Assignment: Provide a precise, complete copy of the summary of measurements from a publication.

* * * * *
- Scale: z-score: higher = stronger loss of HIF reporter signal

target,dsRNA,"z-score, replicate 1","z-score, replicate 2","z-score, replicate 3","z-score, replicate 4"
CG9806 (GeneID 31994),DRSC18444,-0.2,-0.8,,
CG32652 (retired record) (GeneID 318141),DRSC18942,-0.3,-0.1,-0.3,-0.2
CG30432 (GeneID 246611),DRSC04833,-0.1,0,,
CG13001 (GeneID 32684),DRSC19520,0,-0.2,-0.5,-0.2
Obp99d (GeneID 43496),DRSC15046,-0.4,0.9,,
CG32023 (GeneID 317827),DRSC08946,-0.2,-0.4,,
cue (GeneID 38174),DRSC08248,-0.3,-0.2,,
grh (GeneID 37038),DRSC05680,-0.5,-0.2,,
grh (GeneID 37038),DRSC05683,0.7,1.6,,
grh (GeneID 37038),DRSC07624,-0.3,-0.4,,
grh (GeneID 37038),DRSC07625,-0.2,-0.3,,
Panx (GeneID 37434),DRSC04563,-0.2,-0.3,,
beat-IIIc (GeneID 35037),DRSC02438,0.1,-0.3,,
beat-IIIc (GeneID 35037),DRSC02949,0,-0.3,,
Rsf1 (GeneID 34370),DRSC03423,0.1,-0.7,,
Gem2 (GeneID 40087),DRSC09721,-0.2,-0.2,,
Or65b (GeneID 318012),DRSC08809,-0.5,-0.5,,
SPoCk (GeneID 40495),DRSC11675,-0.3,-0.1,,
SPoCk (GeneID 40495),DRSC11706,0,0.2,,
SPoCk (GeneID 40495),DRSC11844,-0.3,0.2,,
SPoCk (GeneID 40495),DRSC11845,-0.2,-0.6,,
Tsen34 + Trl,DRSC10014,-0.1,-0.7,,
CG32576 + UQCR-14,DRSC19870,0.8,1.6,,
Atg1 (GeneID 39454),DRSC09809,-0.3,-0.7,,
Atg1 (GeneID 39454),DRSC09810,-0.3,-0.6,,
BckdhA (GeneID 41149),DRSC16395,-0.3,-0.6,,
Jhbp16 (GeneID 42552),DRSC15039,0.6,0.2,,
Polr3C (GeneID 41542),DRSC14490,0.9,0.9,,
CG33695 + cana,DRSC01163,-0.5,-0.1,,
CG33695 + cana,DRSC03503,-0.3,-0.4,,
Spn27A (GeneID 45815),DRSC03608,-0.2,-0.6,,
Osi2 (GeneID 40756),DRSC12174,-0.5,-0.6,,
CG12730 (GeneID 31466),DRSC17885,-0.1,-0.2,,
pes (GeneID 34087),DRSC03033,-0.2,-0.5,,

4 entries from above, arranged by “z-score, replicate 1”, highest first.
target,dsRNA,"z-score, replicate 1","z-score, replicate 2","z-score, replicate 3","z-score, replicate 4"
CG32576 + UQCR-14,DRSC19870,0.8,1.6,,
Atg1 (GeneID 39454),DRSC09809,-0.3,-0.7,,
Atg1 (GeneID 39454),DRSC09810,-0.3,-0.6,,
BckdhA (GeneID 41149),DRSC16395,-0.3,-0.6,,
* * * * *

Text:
- Scale: z-score: higher = stronger loss of HIF reporter signal

target,dsRNA,"z-score, replicate 1","z-score, replicate 2","z-score, replicate 3","z-score, replicate 4"
CG9806 (GeneID 31994),DRSC18444,-0.2,-0.8,,
CG32652 (retired record) (GeneID 318141),DRSC18942,-0.3,-0.1,-0.3,-0.2
CG30432 (GeneID 246611),DRSC04833,-0.1,0,,
CG13001 (GeneID 32684),DRSC19520,0,-0.2,-0.5,-0.2
Obp99d (GeneID 43496),DRSC15046,-0.4,0.9,,
CG32023 (GeneID 317827),DRSC08946,-0.2,-0.4,,
cue (GeneID 38174),DRSC08248,-0.3,-0.2,,
grh (GeneID 37038),DRSC05680,-0.5,-0.2,,
grh (GeneID 37038),DRSC05683,0.7,1.6,,
grh (GeneID 37038),DRSC07624,-0.3,-0.4,,
grh (GeneID 37038),DRSC07625,-0.2,-0.3,,
Panx (GeneID 37434),DRSC04563,-0.2,-0.3,,
beat-IIIc (GeneID 35037),DRSC02438,0.1,-0.3,,
beat-IIIc (GeneID 35037),DRSC02949,0,-0.3,,
Rsf1 (GeneID 34370),DRSC03423,0.1,-0.7,,
Gem2 (GeneID 40087),DRSC09721,-0.2,-0.2,,
Or65b (GeneID 318012),DRSC08809,-0.5,-0.5,,
SPoCk (GeneID 40495),DRSC11675,-0.3,-0.1,,
SPoCk (GeneID 40495),DRSC11706,0,0.2,,
SPoCk (GeneID 40495),DRSC11844,-0.3,0.2,,
SPoCk (GeneID 40495),DRSC11845,-0.2,-0.6,,
Tsen34 + Trl,DRSC10014,-0.1,-0.7,,
CG32576 + UQCR-14,DRSC19870,0.8,1.6,,
Atg1 (GeneID 39454),DRSC09809,-0.3,-0.7,,
Atg1 (GeneID 39454),DRSC09810,-0.3,-0.6,,
BckdhA (GeneID 41149),DRSC16395,-0.3,-0.6,,
Jhbp16 (GeneID 42552),DRSC15039,0.6,0.2,,
Polr3C (GeneID 41542),DRSC14490,0.9,0.9,,
CG33695 + cana,DRSC01163,-0.5,-0.1,,
CG33695 + cana,DRSC03503,-0.3,-0.4,,
Spn27A (GeneID 45815),DRSC03608,-0.2,-0.6,,
Osi2 (GeneID 40756),DRSC12174,-0.5,-0.6,,
CG12730 (GeneID 31466),DRSC17885,-0.1,-0.2,,
pes (GeneID 34087),DRSC03033,-0.2,-0.5,,

4 entries from above, arranged by “z-score, replicate 1”, highest first.
target,dsRNA,"z-score, replicate 1","z-score, replicate 2","z-score, replicate 3","z-score, replicate 4"
CG32576 + UQCR-14,DRSC19870,0.8,1.6,,
Atg1 (GeneID 39454),DRSC09809,-0.3,-0.7,,
Atg1 (GeneID 39454),DRSC09810,-0.3,-0.6,,
BckdhA (GeneID 41149),DRSC16395,-0.3,-0.6,,